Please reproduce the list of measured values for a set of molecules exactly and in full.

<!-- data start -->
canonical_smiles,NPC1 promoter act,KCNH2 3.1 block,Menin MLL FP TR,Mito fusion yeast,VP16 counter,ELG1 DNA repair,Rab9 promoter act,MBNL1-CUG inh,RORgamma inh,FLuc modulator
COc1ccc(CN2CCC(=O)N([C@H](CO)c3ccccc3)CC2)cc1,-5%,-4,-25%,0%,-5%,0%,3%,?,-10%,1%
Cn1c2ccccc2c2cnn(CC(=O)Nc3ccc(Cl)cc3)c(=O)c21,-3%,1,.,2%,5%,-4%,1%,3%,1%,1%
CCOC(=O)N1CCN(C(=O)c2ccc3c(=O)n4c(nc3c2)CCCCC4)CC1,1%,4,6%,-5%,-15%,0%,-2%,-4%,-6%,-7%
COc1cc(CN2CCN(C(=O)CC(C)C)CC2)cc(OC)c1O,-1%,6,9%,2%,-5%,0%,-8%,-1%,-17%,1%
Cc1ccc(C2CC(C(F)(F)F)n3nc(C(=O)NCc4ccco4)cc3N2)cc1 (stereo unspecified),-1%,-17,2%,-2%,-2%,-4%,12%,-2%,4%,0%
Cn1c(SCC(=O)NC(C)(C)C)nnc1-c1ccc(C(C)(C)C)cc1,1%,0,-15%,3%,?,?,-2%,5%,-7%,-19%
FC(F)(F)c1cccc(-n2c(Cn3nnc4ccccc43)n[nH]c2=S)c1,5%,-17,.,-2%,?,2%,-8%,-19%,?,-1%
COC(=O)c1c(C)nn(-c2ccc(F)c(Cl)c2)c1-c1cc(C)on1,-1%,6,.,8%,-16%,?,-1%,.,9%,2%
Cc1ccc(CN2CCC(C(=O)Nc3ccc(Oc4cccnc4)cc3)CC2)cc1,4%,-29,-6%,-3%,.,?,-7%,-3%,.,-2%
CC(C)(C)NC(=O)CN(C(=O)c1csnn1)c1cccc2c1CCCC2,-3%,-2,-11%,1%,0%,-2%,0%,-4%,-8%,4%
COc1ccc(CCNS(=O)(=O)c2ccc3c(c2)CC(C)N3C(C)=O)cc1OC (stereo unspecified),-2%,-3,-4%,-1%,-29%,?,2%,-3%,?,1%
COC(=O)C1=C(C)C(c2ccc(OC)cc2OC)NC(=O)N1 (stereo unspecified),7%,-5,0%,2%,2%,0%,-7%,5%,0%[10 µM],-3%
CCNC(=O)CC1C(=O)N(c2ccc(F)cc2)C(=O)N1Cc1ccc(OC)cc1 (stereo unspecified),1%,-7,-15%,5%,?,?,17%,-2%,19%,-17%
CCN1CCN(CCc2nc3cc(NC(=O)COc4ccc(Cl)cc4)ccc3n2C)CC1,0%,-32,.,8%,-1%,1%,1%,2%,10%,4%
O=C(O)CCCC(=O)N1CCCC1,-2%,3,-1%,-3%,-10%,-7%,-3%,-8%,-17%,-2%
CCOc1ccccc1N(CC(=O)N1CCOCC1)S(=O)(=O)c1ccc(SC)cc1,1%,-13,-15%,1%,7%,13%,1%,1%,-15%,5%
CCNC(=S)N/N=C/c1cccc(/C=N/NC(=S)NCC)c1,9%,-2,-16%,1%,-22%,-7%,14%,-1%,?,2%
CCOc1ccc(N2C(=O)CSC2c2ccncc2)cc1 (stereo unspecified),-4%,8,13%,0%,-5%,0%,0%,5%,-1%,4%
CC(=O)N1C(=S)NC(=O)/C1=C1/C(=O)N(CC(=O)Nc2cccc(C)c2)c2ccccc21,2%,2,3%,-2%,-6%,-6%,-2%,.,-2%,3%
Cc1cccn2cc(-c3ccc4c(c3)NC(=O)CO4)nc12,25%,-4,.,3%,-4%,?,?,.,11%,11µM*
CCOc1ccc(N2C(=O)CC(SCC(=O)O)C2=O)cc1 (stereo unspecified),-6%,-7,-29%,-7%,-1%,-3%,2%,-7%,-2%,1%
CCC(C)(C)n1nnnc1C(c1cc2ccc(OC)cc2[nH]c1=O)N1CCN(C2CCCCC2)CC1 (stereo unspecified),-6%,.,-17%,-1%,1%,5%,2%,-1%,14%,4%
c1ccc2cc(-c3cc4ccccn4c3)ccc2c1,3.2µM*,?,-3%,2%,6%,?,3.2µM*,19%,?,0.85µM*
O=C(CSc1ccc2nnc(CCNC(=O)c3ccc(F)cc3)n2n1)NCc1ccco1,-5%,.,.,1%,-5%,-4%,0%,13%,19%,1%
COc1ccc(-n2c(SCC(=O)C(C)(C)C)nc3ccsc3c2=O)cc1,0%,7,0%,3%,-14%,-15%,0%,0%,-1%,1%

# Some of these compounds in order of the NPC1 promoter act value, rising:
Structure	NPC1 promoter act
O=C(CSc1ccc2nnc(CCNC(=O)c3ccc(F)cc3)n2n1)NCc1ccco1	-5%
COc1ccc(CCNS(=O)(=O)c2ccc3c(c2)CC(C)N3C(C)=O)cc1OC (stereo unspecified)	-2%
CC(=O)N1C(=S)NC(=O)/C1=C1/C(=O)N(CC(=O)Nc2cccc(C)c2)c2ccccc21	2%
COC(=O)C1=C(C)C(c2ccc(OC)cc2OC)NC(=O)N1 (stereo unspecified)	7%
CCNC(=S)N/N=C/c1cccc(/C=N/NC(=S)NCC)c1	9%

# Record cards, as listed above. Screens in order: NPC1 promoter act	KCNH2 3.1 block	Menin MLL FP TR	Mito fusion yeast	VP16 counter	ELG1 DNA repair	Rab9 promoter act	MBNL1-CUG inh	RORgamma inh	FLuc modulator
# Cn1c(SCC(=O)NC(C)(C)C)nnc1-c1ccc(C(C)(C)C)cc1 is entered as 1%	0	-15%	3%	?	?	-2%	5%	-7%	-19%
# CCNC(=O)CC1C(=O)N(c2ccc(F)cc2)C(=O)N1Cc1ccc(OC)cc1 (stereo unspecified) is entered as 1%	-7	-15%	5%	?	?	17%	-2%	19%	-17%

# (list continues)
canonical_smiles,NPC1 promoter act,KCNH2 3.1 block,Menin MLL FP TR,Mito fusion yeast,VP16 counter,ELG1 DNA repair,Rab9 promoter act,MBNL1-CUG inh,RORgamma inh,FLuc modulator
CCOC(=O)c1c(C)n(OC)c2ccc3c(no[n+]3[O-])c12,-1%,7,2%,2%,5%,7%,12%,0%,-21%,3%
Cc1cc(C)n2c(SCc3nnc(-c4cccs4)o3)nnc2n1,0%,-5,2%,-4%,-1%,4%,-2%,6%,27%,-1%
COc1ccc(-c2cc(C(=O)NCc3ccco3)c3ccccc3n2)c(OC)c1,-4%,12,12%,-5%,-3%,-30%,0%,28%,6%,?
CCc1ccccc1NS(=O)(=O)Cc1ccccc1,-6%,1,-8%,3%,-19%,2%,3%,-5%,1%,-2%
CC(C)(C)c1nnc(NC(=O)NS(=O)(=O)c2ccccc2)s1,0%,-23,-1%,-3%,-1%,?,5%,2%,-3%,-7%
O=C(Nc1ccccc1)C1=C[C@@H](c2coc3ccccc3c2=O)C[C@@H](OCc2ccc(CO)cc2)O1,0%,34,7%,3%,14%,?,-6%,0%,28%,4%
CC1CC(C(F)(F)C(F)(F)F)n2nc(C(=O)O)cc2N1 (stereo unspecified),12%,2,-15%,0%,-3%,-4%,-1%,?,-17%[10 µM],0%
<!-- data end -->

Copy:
canonical_smiles,NPC1 promoter act,KCNH2 3.1 block,Menin MLL FP TR,Mito fusion yeast,VP16 counter,ELG1 DNA repair,Rab9 promoter act,MBNL1-CUG inh,RORgamma inh,FLuc modulator
COc1ccc(CN2CCC(=O)N([C@H](CO)c3ccccc3)CC2)cc1,-5%,-4,-25%,0%,-5%,0%,3%,?,-10%,1%
Cn1c2ccccc2c2cnn(CC(=O)Nc3ccc(Cl)cc3)c(=O)c21,-3%,1,.,2%,5%,-4%,1%,3%,1%,1%
CCOC(=O)N1CCN(C(=O)c2ccc3c(=O)n4c(nc3c2)CCCCC4)CC1,1%,4,6%,-5%,-15%,0%,-2%,-4%,-6%,-7%
COc1cc(CN2CCN(C(=O)CC(C)C)CC2)cc(OC)c1O,-1%,6,9%,2%,-5%,0%,-8%,-1%,-17%,1%
Cc1ccc(C2CC(C(F)(F)F)n3nc(C(=O)NCc4ccco4)cc3N2)cc1 (stereo unspecified),-1%,-17,2%,-2%,-2%,-4%,12%,-2%,4%,0%
Cn1c(SCC(=O)NC(C)(C)C)nnc1-c1ccc(C(C)(C)C)cc1,1%,0,-15%,3%,?,?,-2%,5%,-7%,-19%
FC(F)(F)c1cccc(-n2c(Cn3nnc4ccccc43)n[nH]c2=S)c1,5%,-17,.,-2%,?,2%,-8%,-19%,?,-1%
COC(=O)c1c(C)nn(-c2ccc(F)c(Cl)c2)c1-c1cc(C)on1,-1%,6,.,8%,-16%,?,-1%,.,9%,2%
Cc1ccc(CN2CCC(C(=O)Nc3ccc(Oc4cccnc4)cc3)CC2)cc1,4%,-29,-6%,-3%,.,?,-7%,-3%,.,-2%
CC(C)(C)NC(=O)CN(C(=O)c1csnn1)c1cccc2c1CCCC2,-3%,-2,-11%,1%,0%,-2%,0%,-4%,-8%,4%
COc1ccc(CCNS(=O)(=O)c2ccc3c(c2)CC(C)N3C(C)=O)cc1OC (stereo unspecified),-2%,-3,-4%,-1%,-29%,?,2%,-3%,?,1%
COC(=O)C1=C(C)C(c2ccc(OC)cc2OC)NC(=O)N1 (stereo unspecified),7%,-5,0%,2%,2%,0%,-7%,5%,0%[10 µM],-3%
CCNC(=O)CC1C(=O)N(c2ccc(F)cc2)C(=O)N1Cc1ccc(OC)cc1 (stereo unspecified),1%,-7,-15%,5%,?,?,17%,-2%,19%,-17%
CCN1CCN(CCc2nc3cc(NC(=O)COc4ccc(Cl)cc4)ccc3n2C)CC1,0%,-32,.,8%,-1%,1%,1%,2%,10%,4%
O=C(O)CCCC(=O)N1CCCC1,-2%,3,-1%,-3%,-10%,-7%,-3%,-8%,-17%,-2%
CCOc1ccccc1N(CC(=O)N1CCOCC1)S(=O)(=O)c1ccc(SC)cc1,1%,-13,-15%,1%,7%,13%,1%,1%,-15%,5%
CCNC(=S)N/N=C/c1cccc(/C=N/NC(=S)NCC)c1,9%,-2,-16%,1%,-22%,-7%,14%,-1%,?,2%
CCOc1ccc(N2C(=O)CSC2c2ccncc2)cc1 (stereo unspecified),-4%,8,13%,0%,-5%,0%,0%,5%,-1%,4%
CC(=O)N1C(=S)NC(=O)/C1=C1/C(=O)N(CC(=O)Nc2cccc(C)c2)c2ccccc21,2%,2,3%,-2%,-6%,-6%,-2%,.,-2%,3%
Cc1cccn2cc(-c3ccc4c(c3)NC(=O)CO4)nc12,25%,-4,.,3%,-4%,?,?,.,11%,11µM*
CCOc1ccc(N2C(=O)CC(SCC(=O)O)C2=O)cc1 (stereo unspecified),-6%,-7,-29%,-7%,-1%,-3%,2%,-7%,-2%,1%
CCC(C)(C)n1nnnc1C(c1cc2ccc(OC)cc2[nH]c1=O)N1CCN(C2CCCCC2)CC1 (stereo unspecified),-6%,.,-17%,-1%,1%,5%,2%,-1%,14%,4%
c1ccc2cc(-c3cc4ccccn4c3)ccc2c1,3.2µM*,?,-3%,2%,6%,?,3.2µM*,19%,?,0.85µM*
O=C(CSc1ccc2nnc(CCNC(=O)c3ccc(F)cc3)n2n1)NCc1ccco1,-5%,.,.,1%,-5%,-4%,0%,13%,19%,1%
COc1ccc(-n2c(SCC(=O)C(C)(C)C)nc3ccsc3c2=O)cc1,0%,7,0%,3%,-14%,-15%,0%,0%,-1%,1%

# Some of these compounds in order of the NPC1 promoter act value, rising:
Structure	NPC1 promoter act
O=C(CSc1ccc2nnc(CCNC(=O)c3ccc(F)cc3)n2n1)NCc1ccco1	-5%
COc1ccc(CCNS(=O)(=O)c2ccc3c(c2)CC(C)N3C(C)=O)cc1OC (stereo unspecified)	-2%
CC(=O)N1C(=S)NC(=O)/C1=C1/C(=O)N(CC(=O)Nc2cccc(C)c2)c2ccccc21	2%
COC(=O)C1=C(C)C(c2ccc(OC)cc2OC)NC(=O)N1 (stereo unspecified)	7%
CCNC(=S)N/N=C/c1cccc(/C=N/NC(=S)NCC)c1	9%

# Record cards, as listed above. Screens in order: NPC1 promoter act	KCNH2 3.1 block	Menin MLL FP TR	Mito fusion yeast	VP16 counter	ELG1 DNA repair	Rab9 promoter act	MBNL1-CUG inh	RORgamma inh	FLuc modulator
# Cn1c(SCC(=O)NC(C)(C)C)nnc1-c1ccc(C(C)(C)C)cc1 is entered as 1%	0	-15%	3%	?	?	-2%	5%	-7%	-19%
# CCNC(=O)CC1C(=O)N(c2ccc(F)cc2)C(=O)N1Cc1ccc(OC)cc1 (stereo unspecified) is entered as 1%	-7	-15%	5%	?	?	17%	-2%	19%	-17%

# (list continues)
canonical_smiles,NPC1 promoter act,KCNH2 3.1 block,Menin MLL FP TR,Mito fusion yeast,VP16 counter,ELG1 DNA repair,Rab9 promoter act,MBNL1-CUG inh,RORgamma inh,FLuc modulator
CCOC(=O)c1c(C)n(OC)c2ccc3c(no[n+]3[O-])c12,-1%,7,2%,2%,5%,7%,12%,0%,-21%,3%
Cc1cc(C)n2c(SCc3nnc(-c4cccs4)o3)nnc2n1,0%,-5,2%,-4%,-1%,4%,-2%,6%,27%,-1%
COc1ccc(-c2cc(C(=O)NCc3ccco3)c3ccccc3n2)c(OC)c1,-4%,12,12%,-5%,-3%,-30%,0%,28%,6%,?
CCc1ccccc1NS(=O)(=O)Cc1ccccc1,-6%,1,-8%,3%,-19%,2%,3%,-5%,1%,-2%
CC(C)(C)c1nnc(NC(=O)NS(=O)(=O)c2ccccc2)s1,0%,-23,-1%,-3%,-1%,?,5%,2%,-3%,-7%
O=C(Nc1ccccc1)C1=C[C@@H](c2coc3ccccc3c2=O)C[C@@H](OCc2ccc(CO)cc2)O1,0%,34,7%,3%,14%,?,-6%,0%,28%,4%
CC1CC(C(F)(F)C(F)(F)F)n2nc(C(=O)O)cc2N1 (stereo unspecified),12%,2,-15%,0%,-3%,-4%,-1%,?,-17%[10 µM],0%